Miss Ledbetter immediately dispatched word to Miss Bailey, informing her of the situation. Quickly assembling her belongings, she left posthaste for Hong Kong. Shortly afterward the edict for Americans to retire from the city was issued. So great was the necessity for speed that those washing their clothing packed the garments while they were still wet.


Decides To Return

At Hong Kong a council of all missionaries from the sector of the hostilities assembled. It was decided to attempt to return to their post before eight months. Some believed it would take longer and some doubted they would ever be able to return. Miss Bailey wired the local congregation for funds and later embarked for America on the Empress of Australia. She arrived in Findlay Sunday morning.

According to the Findlay woman, there are three types of Chinese in the nation of Celestials. One element is the ignorant class whom hold to the customs of the past. Another group is a class of substantial citizens of the commercial type who have tolerant views concerning foreigners. The third classification takes in students who as a rule are extremely radical and who have been fired by Bolshevistic ideas.


The southern part of China does not recognize the Peking government. Dr. Sen attained power in the south by arms. Later he was forced to hide from his enemies. He finally set up a Soviet government.

The city of Fat Shan, which is subsidiary to Canton, had organized a militia for protection. The Yuananese troops from a province by that name on the west managed to secure the arms of the Home Guard by stealth. Fat Shan capitulated without resistance.
Turn Towards Canton

In June the troops that had supported Dr. Sen before his death turned towards Canton determined to drive out the Yuananese. It was then that Miss Bailey left her station. There was practically no fighting in Fat Shan but in adjacent Canton the fighting was intense. Events of indescribable brutality took place according to the missionary. The Yuananese were defeated and withdrew from Canton and Fat Shan.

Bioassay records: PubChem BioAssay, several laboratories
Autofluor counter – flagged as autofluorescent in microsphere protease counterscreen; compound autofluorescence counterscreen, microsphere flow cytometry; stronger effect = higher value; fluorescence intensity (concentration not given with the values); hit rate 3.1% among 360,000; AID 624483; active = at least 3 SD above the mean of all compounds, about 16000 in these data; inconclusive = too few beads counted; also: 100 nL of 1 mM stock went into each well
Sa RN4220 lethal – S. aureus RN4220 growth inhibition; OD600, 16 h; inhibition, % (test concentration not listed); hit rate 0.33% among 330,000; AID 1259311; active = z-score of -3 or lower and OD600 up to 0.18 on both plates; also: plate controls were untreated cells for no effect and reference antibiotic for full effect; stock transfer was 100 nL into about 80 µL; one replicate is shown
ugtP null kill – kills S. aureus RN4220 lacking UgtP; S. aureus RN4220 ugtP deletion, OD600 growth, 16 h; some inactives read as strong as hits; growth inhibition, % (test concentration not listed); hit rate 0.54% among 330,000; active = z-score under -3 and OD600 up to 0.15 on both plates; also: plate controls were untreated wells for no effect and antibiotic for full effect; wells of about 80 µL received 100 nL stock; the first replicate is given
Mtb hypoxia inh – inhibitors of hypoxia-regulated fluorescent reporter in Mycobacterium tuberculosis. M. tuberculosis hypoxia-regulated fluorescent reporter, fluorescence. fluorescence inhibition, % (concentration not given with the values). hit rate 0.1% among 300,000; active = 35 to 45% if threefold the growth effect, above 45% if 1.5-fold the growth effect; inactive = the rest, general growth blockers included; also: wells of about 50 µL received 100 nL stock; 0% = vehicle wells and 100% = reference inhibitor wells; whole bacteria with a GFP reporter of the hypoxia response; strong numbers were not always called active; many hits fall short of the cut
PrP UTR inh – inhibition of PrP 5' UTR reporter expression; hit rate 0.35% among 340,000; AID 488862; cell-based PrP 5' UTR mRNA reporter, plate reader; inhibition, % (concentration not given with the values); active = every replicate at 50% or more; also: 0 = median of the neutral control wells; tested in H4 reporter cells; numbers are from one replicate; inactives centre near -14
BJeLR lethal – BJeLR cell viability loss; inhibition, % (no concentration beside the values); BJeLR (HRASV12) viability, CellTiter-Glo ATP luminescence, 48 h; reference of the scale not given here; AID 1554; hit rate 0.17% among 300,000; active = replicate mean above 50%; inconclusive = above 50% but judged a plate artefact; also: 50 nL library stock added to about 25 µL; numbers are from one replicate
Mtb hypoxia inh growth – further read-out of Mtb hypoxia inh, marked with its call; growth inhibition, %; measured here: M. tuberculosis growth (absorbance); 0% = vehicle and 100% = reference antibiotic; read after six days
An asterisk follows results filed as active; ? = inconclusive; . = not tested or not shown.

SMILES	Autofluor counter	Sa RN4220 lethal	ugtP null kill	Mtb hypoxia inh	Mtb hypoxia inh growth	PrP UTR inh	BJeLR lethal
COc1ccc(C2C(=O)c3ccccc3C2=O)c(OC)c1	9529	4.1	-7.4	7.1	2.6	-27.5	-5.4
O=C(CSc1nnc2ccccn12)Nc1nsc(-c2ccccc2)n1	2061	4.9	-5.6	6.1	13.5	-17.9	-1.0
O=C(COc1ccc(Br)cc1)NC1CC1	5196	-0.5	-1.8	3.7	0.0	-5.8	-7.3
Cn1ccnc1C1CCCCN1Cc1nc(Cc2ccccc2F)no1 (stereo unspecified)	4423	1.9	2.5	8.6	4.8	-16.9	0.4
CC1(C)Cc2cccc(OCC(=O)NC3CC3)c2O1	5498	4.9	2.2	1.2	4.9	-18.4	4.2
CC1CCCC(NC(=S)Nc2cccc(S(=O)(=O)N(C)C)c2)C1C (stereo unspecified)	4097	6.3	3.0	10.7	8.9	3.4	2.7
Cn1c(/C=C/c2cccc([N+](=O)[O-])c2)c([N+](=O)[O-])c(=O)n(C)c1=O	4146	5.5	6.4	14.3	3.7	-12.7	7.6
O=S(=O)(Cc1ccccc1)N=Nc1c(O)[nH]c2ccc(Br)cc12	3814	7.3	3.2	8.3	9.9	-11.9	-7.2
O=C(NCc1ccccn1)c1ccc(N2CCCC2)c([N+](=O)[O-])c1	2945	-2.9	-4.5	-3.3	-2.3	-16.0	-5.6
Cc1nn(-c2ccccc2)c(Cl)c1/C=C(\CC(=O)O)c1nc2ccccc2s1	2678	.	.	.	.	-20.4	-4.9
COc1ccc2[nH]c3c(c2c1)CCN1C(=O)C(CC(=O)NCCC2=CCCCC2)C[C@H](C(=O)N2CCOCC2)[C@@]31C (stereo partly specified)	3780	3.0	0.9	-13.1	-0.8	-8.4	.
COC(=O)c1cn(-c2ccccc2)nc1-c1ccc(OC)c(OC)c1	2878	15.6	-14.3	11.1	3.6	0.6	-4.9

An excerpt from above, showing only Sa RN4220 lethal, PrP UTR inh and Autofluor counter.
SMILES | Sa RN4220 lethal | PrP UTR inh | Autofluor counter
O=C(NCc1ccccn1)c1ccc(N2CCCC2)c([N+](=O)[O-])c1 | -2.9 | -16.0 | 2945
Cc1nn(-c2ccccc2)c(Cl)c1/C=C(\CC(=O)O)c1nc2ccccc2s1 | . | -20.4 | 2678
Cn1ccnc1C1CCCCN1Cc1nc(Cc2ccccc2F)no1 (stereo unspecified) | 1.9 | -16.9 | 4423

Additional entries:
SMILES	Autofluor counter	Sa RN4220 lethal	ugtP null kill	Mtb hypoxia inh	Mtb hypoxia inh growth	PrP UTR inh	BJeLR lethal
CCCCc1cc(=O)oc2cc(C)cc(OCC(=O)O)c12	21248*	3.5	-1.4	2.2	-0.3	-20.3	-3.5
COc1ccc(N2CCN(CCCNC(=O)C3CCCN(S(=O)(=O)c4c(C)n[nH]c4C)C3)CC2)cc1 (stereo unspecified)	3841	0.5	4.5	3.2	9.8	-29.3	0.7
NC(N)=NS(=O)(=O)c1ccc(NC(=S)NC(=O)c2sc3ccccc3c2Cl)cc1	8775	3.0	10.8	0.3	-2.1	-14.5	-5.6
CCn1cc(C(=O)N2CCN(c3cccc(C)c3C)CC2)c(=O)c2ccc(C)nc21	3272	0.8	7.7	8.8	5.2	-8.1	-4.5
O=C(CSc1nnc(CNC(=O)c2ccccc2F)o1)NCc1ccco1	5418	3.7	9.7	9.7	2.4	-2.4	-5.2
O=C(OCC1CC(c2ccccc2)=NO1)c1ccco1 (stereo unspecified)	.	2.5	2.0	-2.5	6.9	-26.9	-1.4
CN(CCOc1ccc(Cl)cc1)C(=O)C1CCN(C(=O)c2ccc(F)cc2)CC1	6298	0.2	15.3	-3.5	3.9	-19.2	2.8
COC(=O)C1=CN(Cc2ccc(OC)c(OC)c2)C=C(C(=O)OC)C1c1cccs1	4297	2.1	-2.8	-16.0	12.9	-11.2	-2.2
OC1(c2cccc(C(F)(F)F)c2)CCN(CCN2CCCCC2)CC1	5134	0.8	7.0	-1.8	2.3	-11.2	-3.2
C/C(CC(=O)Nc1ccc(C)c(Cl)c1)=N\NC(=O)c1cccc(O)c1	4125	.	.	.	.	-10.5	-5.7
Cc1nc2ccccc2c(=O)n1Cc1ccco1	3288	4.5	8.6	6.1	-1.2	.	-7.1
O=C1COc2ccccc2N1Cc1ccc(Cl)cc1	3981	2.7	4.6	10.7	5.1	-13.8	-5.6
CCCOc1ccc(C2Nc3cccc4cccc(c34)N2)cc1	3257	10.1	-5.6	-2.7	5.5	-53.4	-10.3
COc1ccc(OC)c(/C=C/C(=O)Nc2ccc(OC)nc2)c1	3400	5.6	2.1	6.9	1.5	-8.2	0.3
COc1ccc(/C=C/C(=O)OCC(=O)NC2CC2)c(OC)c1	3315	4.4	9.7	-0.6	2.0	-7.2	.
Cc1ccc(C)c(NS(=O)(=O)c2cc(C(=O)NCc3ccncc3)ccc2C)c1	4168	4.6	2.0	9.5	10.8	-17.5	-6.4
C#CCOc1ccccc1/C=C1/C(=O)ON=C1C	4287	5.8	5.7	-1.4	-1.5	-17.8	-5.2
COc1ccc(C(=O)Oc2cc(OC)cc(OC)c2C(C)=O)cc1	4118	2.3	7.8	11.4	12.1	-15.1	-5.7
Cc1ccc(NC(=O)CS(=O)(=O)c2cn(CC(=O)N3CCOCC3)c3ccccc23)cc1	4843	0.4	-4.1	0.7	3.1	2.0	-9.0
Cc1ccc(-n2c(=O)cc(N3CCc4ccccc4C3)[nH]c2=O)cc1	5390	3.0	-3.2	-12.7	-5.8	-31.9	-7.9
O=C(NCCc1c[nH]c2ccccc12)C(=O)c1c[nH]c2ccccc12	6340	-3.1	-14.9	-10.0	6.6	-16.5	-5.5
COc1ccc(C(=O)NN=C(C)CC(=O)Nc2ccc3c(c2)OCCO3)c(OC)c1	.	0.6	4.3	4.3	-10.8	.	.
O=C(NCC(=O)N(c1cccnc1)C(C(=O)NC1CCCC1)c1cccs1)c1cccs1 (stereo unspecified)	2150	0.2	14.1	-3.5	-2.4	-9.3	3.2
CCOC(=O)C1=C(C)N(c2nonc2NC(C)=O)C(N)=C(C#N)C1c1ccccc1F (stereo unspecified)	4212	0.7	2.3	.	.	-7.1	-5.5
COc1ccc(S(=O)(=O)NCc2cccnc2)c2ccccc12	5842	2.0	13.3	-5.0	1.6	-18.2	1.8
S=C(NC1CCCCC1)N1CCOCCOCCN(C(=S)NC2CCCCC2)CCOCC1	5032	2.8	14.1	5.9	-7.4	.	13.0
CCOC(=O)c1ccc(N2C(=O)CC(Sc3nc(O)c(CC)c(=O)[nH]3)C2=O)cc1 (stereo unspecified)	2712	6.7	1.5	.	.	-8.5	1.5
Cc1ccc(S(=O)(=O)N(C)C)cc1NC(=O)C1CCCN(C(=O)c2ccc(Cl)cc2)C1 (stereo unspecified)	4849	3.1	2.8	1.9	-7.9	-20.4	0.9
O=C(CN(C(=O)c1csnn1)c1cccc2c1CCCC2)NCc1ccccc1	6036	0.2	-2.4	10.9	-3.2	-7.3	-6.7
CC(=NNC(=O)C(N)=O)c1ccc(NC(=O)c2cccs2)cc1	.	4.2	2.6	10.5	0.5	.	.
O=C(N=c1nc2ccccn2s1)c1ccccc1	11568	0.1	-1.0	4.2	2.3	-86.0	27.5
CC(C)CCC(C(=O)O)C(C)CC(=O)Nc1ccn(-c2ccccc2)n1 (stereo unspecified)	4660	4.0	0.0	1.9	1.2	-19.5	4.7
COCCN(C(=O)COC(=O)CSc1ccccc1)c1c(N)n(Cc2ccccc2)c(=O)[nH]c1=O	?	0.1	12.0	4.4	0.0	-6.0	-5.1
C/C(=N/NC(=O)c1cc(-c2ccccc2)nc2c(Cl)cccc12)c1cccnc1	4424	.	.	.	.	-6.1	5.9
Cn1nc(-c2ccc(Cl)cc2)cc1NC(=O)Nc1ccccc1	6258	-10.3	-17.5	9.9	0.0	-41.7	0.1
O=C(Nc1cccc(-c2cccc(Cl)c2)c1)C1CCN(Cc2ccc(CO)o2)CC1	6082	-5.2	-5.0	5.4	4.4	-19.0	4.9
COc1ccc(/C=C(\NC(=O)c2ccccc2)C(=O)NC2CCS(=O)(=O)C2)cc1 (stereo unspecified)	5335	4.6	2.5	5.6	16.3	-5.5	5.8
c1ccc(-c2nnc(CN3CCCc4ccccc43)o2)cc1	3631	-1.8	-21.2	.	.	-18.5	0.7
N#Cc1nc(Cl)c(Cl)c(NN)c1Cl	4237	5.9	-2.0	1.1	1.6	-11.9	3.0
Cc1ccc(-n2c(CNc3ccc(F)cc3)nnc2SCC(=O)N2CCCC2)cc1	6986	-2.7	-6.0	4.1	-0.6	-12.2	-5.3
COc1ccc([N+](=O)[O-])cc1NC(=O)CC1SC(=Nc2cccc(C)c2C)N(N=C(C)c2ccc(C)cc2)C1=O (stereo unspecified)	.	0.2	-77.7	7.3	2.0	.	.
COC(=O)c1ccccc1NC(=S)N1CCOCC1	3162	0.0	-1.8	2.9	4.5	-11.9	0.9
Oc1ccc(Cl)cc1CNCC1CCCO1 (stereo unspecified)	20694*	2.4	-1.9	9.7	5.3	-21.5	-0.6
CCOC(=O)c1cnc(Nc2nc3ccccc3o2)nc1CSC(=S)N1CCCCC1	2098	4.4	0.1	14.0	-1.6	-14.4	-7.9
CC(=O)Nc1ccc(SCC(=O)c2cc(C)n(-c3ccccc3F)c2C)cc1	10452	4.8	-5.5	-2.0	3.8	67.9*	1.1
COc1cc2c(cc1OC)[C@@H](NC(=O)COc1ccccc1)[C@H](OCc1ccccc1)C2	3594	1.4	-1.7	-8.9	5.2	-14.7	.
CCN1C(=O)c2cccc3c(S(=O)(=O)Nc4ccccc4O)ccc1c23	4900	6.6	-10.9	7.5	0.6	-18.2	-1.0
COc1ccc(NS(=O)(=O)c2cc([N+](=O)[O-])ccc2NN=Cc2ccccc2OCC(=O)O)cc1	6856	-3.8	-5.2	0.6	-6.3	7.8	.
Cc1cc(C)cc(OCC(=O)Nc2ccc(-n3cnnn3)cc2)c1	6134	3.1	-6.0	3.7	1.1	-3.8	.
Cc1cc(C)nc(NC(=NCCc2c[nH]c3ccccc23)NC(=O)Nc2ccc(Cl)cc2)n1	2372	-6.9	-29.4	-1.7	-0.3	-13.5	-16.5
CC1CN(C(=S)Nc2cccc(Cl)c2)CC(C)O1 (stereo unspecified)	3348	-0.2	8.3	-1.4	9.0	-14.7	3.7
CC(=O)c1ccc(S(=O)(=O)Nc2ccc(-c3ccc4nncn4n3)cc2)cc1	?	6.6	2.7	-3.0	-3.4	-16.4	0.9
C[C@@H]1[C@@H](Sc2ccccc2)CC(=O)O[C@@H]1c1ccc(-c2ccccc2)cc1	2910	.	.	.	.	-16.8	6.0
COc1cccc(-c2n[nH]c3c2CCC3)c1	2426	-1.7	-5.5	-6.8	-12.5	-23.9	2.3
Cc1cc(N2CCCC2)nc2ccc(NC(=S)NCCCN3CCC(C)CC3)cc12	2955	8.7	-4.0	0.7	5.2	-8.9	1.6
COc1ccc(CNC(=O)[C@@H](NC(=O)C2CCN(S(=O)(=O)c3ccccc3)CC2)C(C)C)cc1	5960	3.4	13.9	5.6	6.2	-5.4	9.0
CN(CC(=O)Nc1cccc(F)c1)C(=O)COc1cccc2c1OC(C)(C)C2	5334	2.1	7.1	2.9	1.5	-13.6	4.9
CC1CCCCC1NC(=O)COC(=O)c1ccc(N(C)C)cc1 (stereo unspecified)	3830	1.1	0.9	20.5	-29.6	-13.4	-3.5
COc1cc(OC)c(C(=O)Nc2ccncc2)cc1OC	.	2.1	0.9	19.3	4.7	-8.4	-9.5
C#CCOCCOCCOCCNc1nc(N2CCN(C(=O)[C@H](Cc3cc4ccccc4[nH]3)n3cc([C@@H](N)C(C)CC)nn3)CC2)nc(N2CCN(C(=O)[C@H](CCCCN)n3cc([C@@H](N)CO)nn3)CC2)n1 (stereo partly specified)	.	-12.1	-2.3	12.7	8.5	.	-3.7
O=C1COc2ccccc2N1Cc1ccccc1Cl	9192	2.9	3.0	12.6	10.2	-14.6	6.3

Agitation of a radical nature was in evidence when Miss Bailey entered China 7 years ago she said. The foreign quarters of Canton are on an island in the Canton River which is called Shameen. A huge patriotic parade was produced by the Chinese students of the city.

When the procession reached the bridge leading to the Shameen, a number of shots were fired into the groups of foreigners. The gunboats on the river and the machine guns on the island returned fire.

The shots that opened the fray are supposed to have been fired by Bolshevists. One Frenchman was killed. The affair served as fuel for increasing the hostilities it is said.

Handbills with a picture of a heart with a dagger thrust through it were used by the Chinese to notify the natives the boycott against the English was in effect in Hong Kong. The English issued a counter edict stating all natives who refused to work must leave the city. Thousands did.

Miss Bailey has an optimistic view of conditions in China and believes the time will come when she can continue her work there. She returned to Findlay on furlough about one and a half years ago.



Climbing My Family Tree: 26 March 1927 The Morning Republican (Findlay Ohio) p. 9
26 March 1927 The Morning Republican (Findlay Ohio) p. 9
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Transcription:


CHURCH WORKERS BELIEVED SAFE

Local Missionaries In China In No Immediate Danger, Belief

Findlay persons, who have journeyed to the Orient in the hope of spreading the gospel message are apparently in no immediate danger, according to their friends and relatives who have been keeping close touch with the China situation.

Miss Georgia Weist, daughter of Mr. and Mrs. A. D. Weist, who is a missionary from St. Paul’s evangelical church is not in the danger zone, it is believed, as she is stationed 900 miles from Nanking.

Cablegrams received by Mrs. E. H. Wurmser, head of the Bible and Missionary Training School are to the effect that the missionaries who have gone out from the local school to China are located in the coastal cities, either in Shanghai or Hong Kong.

Miss Josephine Cobb of the city, a graduate of the training school, is among the missionaries in China. Her sister, Miss Lenora Cobb, is on the faculty of the training school. Miss Myrtle Bailey, also Findlay and a graduate of the school, is reported safe in China.

Other graduates of the training school who are now missionaries in China are Mr. and Mrs. Ollaf Firm, Miss Catherine Clouse, Miss Jenny Williams, Mr. and Mrs. Wilbert Williamson, and Mrs. Anna Bush.



[All newspaper articles found at NewspaperArchive.com.]


Next Installment will cover the 1930s.

2 comments:

  1. What a dramatic saga! Thanks for sharing.

    ReplyDelete
  2. Thanks for stopping by and reading, Marian!

    What she experienced in the 1940s is even more dramatic but not as well documented -- that I've found, to date. I'll post that decade in two weeks. For a more full story (in overview), with historical context explained, click through to read the original post; I explained more of the backstory in the bio-post.

    ReplyDelete

Hello! Thanks for stopping by and choosing to leave a message. I read every message and I usually reply via the comment thread.